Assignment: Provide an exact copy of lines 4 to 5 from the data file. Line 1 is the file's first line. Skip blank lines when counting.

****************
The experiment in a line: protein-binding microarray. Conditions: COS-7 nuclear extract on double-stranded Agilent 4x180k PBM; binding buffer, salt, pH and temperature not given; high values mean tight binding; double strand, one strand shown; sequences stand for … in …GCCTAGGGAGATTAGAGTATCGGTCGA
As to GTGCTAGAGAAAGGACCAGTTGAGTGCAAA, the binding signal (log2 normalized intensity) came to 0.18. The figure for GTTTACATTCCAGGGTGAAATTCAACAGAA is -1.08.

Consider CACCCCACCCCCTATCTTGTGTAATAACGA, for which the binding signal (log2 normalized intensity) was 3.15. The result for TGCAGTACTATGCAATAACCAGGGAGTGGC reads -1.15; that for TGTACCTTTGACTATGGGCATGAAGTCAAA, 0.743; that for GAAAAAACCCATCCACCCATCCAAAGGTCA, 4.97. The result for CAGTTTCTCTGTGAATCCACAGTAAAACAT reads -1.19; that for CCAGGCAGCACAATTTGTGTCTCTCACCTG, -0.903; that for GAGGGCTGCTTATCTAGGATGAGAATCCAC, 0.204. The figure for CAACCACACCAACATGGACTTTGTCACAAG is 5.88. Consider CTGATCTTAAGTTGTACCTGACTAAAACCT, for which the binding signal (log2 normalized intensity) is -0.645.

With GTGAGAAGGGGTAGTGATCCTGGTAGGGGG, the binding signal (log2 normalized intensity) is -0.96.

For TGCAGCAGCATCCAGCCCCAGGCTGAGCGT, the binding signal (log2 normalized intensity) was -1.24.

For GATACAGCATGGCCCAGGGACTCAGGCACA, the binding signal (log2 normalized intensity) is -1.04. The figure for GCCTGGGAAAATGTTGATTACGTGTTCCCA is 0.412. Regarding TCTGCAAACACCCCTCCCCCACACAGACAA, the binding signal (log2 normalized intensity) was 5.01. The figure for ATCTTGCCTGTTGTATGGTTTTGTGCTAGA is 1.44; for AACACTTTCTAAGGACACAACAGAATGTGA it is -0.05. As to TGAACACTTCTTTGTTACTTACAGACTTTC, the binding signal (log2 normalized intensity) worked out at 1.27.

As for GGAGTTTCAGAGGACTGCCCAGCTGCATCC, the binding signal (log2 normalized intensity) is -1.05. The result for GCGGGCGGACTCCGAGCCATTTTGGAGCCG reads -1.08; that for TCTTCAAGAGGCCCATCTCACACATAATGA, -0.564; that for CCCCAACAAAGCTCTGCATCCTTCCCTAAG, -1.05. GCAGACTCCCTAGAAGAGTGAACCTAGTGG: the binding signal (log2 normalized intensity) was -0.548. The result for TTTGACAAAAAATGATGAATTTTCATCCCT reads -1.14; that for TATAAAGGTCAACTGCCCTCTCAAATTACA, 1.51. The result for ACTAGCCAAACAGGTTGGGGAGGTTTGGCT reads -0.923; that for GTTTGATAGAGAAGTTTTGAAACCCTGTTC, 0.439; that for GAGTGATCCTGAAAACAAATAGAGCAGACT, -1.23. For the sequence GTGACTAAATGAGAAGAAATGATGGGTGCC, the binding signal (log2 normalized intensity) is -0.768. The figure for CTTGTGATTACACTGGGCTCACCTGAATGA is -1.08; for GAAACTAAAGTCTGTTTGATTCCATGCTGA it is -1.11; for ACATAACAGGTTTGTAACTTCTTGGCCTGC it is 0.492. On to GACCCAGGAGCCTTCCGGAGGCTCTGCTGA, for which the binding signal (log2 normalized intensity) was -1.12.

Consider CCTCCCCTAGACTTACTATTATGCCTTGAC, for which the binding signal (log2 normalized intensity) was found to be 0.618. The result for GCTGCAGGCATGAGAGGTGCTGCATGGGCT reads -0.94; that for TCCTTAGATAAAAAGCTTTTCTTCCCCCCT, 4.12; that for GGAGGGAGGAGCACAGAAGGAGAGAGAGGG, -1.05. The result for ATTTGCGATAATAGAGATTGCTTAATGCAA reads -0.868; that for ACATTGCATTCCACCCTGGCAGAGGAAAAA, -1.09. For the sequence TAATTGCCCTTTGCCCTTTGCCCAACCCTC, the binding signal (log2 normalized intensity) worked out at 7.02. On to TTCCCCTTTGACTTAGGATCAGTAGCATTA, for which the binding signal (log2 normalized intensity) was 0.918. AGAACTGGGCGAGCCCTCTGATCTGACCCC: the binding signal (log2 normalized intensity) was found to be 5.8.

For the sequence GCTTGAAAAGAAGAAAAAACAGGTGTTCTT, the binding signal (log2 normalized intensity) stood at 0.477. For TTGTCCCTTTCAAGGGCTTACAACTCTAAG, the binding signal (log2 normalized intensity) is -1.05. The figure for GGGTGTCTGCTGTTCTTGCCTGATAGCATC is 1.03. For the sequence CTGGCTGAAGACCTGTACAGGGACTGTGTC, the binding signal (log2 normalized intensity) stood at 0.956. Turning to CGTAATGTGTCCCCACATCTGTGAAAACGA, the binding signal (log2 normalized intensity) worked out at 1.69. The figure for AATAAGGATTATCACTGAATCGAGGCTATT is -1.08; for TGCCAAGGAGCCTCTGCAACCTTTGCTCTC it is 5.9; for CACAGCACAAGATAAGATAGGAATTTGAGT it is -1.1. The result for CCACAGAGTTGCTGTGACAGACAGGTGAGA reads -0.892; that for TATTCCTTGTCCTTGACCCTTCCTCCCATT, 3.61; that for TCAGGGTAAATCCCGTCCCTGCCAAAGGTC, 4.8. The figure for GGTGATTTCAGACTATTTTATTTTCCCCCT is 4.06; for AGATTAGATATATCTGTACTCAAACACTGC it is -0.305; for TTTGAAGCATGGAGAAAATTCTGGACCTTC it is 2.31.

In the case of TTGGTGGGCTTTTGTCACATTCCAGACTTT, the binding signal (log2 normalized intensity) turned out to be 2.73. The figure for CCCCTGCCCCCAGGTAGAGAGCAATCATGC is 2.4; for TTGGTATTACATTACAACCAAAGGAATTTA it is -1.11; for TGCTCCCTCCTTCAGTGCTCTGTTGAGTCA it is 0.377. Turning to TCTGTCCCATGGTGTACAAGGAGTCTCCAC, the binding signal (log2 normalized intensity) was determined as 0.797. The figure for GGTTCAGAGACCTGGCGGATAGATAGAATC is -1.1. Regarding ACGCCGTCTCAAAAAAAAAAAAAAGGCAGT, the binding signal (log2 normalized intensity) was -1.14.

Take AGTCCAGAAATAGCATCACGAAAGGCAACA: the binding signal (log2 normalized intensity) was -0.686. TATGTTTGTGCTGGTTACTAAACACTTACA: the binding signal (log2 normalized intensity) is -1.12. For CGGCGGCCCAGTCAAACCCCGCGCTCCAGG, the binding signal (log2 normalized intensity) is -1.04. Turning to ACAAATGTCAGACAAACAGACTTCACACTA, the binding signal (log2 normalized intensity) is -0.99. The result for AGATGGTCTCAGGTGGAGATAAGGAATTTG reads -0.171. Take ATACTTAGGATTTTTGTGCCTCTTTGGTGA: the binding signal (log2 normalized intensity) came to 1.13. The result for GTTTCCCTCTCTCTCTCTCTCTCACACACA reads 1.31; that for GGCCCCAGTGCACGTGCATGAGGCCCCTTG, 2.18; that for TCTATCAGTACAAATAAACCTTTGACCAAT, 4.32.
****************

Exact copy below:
With GTGAGAAGGGGTAGTGATCCTGGTAGGGGG, the binding signal (log2 normalized intensity) is -0.96.

For TGCAGCAGCATCCAGCCCCAGGCTGAGCGT, the binding signal (log2 normalized intensity) was -1.24.